In consultation with his/her faculty adviser, each student may also choose, as an elective, to participate in a more advanced research project with a faculty mentor. This could be to learn more about the research methods that will be needed to complete the student’s thesis or, for students planning to continue beyond the master’s degree to a PhD, to explore another possible area of research focus for a doctoral dissertation. The number of credit hours will depend on the interests and needs of each student.

BMI 701 Advanced Study Design and Data Analytics in BMI, 3 credits

Building on BMI 501, 502, 504 and 506 as prerequisites, this course provides an in-depth survey of the data standards, data analytic methods, data analysis tools, databases and information management systems and applications associated with clinical-genomic population research and the U.S. public health system. Students will learn clinical trial design and data analysis for varying populations. Students will learn genetic epidemiology. Methods will include hierarchical clustering, vector space methods, semantic clustering, machine learning, modeling and simulations (including bootstrap methods). Students will learn linear and non-linear methods of data analysis. Students will be given an introduction to complexity theory and will be shown some methods for reducing dimensionality in complex systems (including computing techniques).

BMI 702 Advanced Statistical Analysis in BMI, 3 credits

Building on BMI 504 or an equivalent introductory course in biomedical statistics as a prerequisite, this course provides doctoral students with the ability to effectively understand and use a number of key advanced statistical analysis methods and tools used in biomedical informatics research. These include regression and correlation analysis, the analysis of variance and covariance, distribution-free and nonparametric analysis methods and the methods used in demography and vital statistics analysis.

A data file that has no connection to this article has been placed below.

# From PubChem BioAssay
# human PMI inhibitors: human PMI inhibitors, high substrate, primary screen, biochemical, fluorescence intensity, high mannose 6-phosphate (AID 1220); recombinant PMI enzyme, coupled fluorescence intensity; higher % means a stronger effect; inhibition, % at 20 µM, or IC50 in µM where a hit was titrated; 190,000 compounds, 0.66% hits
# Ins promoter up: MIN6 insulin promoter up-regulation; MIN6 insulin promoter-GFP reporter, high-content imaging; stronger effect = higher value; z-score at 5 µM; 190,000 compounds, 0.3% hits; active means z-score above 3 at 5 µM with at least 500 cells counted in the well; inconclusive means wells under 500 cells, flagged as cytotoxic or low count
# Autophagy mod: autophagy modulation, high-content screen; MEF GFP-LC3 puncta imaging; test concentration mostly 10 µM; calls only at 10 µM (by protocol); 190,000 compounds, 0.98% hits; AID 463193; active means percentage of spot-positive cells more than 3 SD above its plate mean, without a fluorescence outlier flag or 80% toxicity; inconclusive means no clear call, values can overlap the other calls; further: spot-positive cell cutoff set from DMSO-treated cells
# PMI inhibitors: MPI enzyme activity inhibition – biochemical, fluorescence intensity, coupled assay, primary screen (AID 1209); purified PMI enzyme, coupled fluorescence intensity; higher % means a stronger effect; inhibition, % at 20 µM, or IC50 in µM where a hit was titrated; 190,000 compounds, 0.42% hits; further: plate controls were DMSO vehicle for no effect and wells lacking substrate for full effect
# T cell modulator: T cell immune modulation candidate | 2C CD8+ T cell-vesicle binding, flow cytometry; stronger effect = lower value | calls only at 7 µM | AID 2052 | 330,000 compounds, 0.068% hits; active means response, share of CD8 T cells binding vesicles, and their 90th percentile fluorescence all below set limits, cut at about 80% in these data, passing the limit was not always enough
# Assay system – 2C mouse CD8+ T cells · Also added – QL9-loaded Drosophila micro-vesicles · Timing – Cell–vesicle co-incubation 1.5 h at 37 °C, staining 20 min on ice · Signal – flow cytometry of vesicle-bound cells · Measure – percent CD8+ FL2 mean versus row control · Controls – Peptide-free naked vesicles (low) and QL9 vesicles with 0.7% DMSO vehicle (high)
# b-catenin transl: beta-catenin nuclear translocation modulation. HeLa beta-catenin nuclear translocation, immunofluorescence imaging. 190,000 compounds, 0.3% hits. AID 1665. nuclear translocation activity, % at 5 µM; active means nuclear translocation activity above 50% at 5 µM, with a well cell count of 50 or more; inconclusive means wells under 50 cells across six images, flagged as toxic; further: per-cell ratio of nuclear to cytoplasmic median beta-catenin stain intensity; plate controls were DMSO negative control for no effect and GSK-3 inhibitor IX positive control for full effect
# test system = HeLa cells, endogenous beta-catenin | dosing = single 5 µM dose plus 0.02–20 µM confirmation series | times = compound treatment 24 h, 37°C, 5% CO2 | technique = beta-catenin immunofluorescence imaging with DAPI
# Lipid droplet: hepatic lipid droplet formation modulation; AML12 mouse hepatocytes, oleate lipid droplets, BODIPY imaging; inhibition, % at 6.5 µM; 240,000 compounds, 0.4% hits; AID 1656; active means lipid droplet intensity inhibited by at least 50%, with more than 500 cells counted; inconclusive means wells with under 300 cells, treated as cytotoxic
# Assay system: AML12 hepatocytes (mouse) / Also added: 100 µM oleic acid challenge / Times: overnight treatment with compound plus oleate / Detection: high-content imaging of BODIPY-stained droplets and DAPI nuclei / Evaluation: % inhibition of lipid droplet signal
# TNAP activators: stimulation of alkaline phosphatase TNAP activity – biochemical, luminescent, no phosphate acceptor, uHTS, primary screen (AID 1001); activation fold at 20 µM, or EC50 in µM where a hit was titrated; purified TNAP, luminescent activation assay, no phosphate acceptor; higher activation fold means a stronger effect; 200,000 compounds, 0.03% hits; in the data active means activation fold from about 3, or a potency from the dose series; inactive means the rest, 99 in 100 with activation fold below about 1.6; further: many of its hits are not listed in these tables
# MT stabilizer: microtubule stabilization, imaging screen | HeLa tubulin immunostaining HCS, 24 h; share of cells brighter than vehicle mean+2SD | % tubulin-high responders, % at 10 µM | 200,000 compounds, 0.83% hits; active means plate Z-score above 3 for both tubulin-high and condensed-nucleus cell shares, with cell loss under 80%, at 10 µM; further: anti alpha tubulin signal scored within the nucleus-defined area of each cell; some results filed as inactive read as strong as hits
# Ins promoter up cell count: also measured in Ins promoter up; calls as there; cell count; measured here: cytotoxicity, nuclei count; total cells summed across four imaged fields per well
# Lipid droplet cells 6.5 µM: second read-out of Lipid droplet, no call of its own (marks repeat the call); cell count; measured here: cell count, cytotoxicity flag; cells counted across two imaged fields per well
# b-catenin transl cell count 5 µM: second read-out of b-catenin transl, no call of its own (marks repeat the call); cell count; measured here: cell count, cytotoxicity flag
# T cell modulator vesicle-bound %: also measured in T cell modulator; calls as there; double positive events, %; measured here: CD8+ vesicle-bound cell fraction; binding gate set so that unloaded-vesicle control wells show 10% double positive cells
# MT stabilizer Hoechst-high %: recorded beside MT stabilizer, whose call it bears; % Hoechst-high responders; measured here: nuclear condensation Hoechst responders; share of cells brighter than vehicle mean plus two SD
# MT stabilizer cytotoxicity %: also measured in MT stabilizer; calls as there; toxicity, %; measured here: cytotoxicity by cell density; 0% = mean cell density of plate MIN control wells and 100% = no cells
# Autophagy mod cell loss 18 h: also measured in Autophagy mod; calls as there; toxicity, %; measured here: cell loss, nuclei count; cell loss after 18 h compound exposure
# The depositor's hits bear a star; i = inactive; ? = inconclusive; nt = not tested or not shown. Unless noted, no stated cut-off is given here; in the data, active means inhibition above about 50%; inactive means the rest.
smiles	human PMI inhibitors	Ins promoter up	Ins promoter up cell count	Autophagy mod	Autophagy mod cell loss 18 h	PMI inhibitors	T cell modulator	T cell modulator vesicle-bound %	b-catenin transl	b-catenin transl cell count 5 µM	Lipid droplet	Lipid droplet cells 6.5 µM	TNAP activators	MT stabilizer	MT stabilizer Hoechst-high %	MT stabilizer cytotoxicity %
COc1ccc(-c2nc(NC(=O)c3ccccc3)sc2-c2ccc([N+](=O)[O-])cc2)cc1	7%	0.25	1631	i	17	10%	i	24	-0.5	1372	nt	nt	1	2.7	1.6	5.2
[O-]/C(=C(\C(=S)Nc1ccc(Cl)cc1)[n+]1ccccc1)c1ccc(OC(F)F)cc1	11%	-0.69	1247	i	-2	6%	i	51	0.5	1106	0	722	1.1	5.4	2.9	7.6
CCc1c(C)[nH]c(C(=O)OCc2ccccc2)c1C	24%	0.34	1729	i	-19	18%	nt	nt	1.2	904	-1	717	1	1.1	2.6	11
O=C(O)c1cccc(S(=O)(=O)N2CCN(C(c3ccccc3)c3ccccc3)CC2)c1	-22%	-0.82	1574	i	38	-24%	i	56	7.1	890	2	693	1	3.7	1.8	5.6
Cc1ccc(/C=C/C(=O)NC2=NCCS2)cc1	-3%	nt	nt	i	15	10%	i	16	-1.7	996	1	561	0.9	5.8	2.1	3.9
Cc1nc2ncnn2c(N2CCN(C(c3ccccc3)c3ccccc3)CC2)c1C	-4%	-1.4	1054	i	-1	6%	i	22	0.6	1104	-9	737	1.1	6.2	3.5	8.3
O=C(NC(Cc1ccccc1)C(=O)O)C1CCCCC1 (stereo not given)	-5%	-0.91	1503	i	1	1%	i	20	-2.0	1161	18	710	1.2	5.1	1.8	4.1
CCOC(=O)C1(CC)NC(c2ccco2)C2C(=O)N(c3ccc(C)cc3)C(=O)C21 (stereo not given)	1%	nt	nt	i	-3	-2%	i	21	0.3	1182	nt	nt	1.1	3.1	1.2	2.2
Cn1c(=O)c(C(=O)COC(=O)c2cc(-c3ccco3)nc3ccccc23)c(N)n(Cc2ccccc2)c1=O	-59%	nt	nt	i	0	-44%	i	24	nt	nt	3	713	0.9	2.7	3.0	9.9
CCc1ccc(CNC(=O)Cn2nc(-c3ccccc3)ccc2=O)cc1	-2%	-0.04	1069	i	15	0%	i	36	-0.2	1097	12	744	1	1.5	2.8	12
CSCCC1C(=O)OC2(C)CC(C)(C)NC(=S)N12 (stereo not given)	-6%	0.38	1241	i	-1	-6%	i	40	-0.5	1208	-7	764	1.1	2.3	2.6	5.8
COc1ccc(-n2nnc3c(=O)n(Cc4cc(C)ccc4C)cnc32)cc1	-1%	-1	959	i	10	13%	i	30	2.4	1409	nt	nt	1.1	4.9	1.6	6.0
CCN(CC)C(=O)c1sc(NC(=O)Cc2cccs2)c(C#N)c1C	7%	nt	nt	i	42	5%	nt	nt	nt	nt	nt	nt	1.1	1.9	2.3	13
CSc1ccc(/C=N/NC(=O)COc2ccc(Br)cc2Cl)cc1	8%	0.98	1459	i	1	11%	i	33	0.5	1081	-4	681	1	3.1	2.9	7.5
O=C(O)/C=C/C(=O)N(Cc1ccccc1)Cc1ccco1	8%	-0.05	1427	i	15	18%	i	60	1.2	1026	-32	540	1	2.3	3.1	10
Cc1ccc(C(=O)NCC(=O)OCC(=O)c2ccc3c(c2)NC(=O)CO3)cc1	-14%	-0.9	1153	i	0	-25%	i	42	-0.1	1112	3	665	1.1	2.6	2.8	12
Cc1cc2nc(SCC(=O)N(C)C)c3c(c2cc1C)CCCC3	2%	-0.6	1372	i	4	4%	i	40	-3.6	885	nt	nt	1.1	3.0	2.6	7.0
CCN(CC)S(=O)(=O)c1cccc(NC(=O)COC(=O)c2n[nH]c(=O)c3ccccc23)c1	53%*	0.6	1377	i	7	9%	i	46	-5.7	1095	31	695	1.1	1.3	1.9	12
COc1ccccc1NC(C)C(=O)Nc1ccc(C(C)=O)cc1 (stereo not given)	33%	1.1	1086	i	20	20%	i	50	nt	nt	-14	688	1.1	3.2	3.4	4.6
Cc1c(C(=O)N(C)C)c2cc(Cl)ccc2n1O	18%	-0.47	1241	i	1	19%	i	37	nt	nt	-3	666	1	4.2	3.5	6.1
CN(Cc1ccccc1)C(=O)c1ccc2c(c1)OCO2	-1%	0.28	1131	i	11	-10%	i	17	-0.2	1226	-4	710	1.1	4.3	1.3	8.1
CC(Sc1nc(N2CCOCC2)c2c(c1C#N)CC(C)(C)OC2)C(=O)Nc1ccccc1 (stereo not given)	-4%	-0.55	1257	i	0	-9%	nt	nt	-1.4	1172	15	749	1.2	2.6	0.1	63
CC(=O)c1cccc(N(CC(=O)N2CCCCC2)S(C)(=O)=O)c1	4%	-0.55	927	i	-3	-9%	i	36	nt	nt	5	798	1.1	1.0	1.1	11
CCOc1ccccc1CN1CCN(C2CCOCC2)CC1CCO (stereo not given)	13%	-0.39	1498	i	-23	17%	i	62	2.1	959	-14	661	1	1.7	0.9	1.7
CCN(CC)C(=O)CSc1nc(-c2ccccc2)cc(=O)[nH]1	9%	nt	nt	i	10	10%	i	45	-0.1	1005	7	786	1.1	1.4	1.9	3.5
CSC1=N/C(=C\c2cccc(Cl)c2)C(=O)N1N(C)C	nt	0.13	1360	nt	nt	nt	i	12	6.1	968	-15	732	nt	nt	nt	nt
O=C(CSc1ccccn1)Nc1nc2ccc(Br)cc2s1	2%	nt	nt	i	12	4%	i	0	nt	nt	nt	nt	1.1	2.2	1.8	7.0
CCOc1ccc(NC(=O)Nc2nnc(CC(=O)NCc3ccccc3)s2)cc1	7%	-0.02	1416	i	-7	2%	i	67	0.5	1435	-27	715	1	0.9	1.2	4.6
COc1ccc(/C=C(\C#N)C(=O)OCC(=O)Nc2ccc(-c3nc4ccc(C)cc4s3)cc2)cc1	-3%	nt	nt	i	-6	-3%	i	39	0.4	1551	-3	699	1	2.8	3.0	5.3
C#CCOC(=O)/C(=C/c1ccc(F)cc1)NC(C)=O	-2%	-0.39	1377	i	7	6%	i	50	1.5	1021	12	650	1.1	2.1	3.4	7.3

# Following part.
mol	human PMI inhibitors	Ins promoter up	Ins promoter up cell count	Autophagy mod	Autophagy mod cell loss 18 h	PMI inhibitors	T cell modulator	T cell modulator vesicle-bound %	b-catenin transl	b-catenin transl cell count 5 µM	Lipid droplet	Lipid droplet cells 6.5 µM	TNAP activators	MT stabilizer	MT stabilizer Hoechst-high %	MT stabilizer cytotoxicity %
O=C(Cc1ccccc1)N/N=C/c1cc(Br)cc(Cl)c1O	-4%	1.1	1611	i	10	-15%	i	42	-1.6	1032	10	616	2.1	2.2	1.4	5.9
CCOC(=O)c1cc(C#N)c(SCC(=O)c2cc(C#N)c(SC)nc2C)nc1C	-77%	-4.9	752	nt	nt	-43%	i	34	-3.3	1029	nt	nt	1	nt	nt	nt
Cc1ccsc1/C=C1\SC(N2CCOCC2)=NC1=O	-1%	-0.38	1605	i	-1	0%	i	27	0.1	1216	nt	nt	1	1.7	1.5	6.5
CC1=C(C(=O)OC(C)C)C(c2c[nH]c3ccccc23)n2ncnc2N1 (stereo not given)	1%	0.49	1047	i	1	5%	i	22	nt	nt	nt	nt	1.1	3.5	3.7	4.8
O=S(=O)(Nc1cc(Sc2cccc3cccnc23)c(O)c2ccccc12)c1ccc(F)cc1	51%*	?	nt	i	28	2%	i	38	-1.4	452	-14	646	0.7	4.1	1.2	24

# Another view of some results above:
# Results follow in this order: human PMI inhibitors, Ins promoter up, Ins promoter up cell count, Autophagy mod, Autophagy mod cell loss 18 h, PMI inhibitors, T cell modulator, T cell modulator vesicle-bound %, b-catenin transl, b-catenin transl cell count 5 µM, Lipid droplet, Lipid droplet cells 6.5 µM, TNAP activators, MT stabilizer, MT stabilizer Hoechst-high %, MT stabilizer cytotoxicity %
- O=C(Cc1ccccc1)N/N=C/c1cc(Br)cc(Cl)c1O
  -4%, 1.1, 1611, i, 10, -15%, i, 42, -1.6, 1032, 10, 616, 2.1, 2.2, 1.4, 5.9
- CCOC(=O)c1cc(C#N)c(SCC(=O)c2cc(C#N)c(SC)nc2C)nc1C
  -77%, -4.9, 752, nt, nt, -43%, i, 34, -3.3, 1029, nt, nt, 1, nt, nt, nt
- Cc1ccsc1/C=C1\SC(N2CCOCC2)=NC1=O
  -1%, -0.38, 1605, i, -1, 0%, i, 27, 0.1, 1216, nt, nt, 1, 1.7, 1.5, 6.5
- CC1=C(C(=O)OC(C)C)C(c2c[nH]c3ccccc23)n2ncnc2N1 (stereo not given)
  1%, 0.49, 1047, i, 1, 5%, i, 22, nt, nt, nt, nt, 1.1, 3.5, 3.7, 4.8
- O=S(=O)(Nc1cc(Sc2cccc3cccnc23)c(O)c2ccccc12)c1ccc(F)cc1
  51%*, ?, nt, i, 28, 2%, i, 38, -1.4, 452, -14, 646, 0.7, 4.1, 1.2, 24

BMI 703 Advanced Data Mining and Cost Analysis Methods in BMI, 3 credits

Building on introductory overviews provided in BMI 503 and 504, this course provides an in-depth introduction to the needs, challenges, standards, software applications and tools for biomedical data mining and natural language processing. The most common biomedical data mining methods are reviewed with lab time for using the IBM SPSS Modeler with problem datasets. Similarly, the steps needed to automate the processing and analysis of electronic biomedical text are reviewed, with lab time for using the GATE software package with NLP problem sets. The course concludes with an in-depth review of the unique challenges of processing clinical language and a look at current NLP published research.

BMI 704 Advanced Evaluation and Cost Analysis Methods in BMI, 3 credits

Building on the introduction to BMI research methods in BMI 504, this course provides an in-depth review of the methods for conducting effective and unbiased evaluations of health information systems, including economic or cost analysis studies and the challenges associated with these methods. The course includes an exploration of the place of evaluation within the field of biomedical informatics; the major objectivist (quantitative) and subjectivist (qualitative) evaluation study methods; the motivations and methods for economic (cost) analysis as a component of evaluation studies; and the strategies for proposing evaluation studies, communicating their results and dealing with ethical, legal and regulatory issues associated with information systems evaluation.